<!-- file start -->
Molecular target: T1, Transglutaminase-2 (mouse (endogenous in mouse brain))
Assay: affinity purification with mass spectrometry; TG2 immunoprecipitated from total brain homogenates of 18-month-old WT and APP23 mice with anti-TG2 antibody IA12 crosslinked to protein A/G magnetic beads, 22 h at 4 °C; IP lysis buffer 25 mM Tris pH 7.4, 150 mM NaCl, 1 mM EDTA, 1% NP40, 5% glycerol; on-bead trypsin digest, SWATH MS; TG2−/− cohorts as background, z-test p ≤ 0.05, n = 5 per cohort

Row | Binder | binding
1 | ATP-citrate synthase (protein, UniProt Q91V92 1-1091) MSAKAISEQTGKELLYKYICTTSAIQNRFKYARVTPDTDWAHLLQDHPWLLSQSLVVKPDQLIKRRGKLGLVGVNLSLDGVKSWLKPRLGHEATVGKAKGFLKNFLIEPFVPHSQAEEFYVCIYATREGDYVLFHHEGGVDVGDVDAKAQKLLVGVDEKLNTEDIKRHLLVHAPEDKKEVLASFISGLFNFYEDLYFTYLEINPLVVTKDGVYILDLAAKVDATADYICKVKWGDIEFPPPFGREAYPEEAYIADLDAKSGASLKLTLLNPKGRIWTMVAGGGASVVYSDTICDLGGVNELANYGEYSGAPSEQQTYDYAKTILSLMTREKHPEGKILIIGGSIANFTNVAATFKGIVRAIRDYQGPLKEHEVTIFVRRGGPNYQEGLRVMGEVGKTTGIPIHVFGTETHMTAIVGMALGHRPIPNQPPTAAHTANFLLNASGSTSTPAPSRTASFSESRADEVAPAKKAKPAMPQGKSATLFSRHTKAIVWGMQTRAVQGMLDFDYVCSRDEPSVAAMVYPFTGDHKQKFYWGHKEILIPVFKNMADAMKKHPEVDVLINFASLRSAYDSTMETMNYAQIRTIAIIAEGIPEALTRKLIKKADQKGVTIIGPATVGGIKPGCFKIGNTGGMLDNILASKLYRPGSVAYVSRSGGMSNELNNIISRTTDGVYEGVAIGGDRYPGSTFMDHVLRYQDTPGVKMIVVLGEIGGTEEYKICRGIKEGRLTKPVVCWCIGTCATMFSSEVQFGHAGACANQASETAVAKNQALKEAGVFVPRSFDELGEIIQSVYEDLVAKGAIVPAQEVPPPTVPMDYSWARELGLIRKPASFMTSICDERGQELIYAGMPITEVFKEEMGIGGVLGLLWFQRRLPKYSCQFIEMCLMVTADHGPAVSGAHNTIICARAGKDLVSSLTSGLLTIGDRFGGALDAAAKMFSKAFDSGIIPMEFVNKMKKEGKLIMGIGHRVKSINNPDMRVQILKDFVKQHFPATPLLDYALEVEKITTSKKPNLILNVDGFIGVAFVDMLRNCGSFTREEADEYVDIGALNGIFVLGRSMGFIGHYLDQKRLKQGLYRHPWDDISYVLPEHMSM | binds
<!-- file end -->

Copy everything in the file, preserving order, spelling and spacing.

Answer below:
Molecular target: T1, Transglutaminase-2 (mouse (endogenous in mouse brain))
Assay: affinity purification with mass spectrometry; TG2 immunoprecipitated from total brain homogenates of 18-month-old WT and APP23 mice with anti-TG2 antibody IA12 crosslinked to protein A/G magnetic beads, 22 h at 4 °C; IP lysis buffer 25 mM Tris pH 7.4, 150 mM NaCl, 1 mM EDTA, 1% NP40, 5% glycerol; on-bead trypsin digest, SWATH MS; TG2−/− cohorts as background, z-test p ≤ 0.05, n = 5 per cohort

Row | Binder | binding
1 | ATP-citrate synthase (protein, UniProt Q91V92 1-1091) MSAKAISEQTGKELLYKYICTTSAIQNRFKYARVTPDTDWAHLLQDHPWLLSQSLVVKPDQLIKRRGKLGLVGVNLSLDGVKSWLKPRLGHEATVGKAKGFLKNFLIEPFVPHSQAEEFYVCIYATREGDYVLFHHEGGVDVGDVDAKAQKLLVGVDEKLNTEDIKRHLLVHAPEDKKEVLASFISGLFNFYEDLYFTYLEINPLVVTKDGVYILDLAAKVDATADYICKVKWGDIEFPPPFGREAYPEEAYIADLDAKSGASLKLTLLNPKGRIWTMVAGGGASVVYSDTICDLGGVNELANYGEYSGAPSEQQTYDYAKTILSLMTREKHPEGKILIIGGSIANFTNVAATFKGIVRAIRDYQGPLKEHEVTIFVRRGGPNYQEGLRVMGEVGKTTGIPIHVFGTETHMTAIVGMALGHRPIPNQPPTAAHTANFLLNASGSTSTPAPSRTASFSESRADEVAPAKKAKPAMPQGKSATLFSRHTKAIVWGMQTRAVQGMLDFDYVCSRDEPSVAAMVYPFTGDHKQKFYWGHKEILIPVFKNMADAMKKHPEVDVLINFASLRSAYDSTMETMNYAQIRTIAIIAEGIPEALTRKLIKKADQKGVTIIGPATVGGIKPGCFKIGNTGGMLDNILASKLYRPGSVAYVSRSGGMSNELNNIISRTTDGVYEGVAIGGDRYPGSTFMDHVLRYQDTPGVKMIVVLGEIGGTEEYKICRGIKEGRLTKPVVCWCIGTCATMFSSEVQFGHAGACANQASETAVAKNQALKEAGVFVPRSFDELGEIIQSVYEDLVAKGAIVPAQEVPPPTVPMDYSWARELGLIRKPASFMTSICDERGQELIYAGMPITEVFKEEMGIGGVLGLLWFQRRLPKYSCQFIEMCLMVTADHGPAVSGAHNTIICARAGKDLVSSLTSGLLTIGDRFGGALDAAAKMFSKAFDSGIIPMEFVNKMKKEGKLIMGIGHRVKSINNPDMRVQILKDFVKQHFPATPLLDYALEVEKITTSKKPNLILNVDGFIGVAFVDMLRNCGSFTREEADEYVDIGALNGIFVLGRSMGFIGHYLDQKRLKQGLYRHPWDDISYVLPEHMSM | binds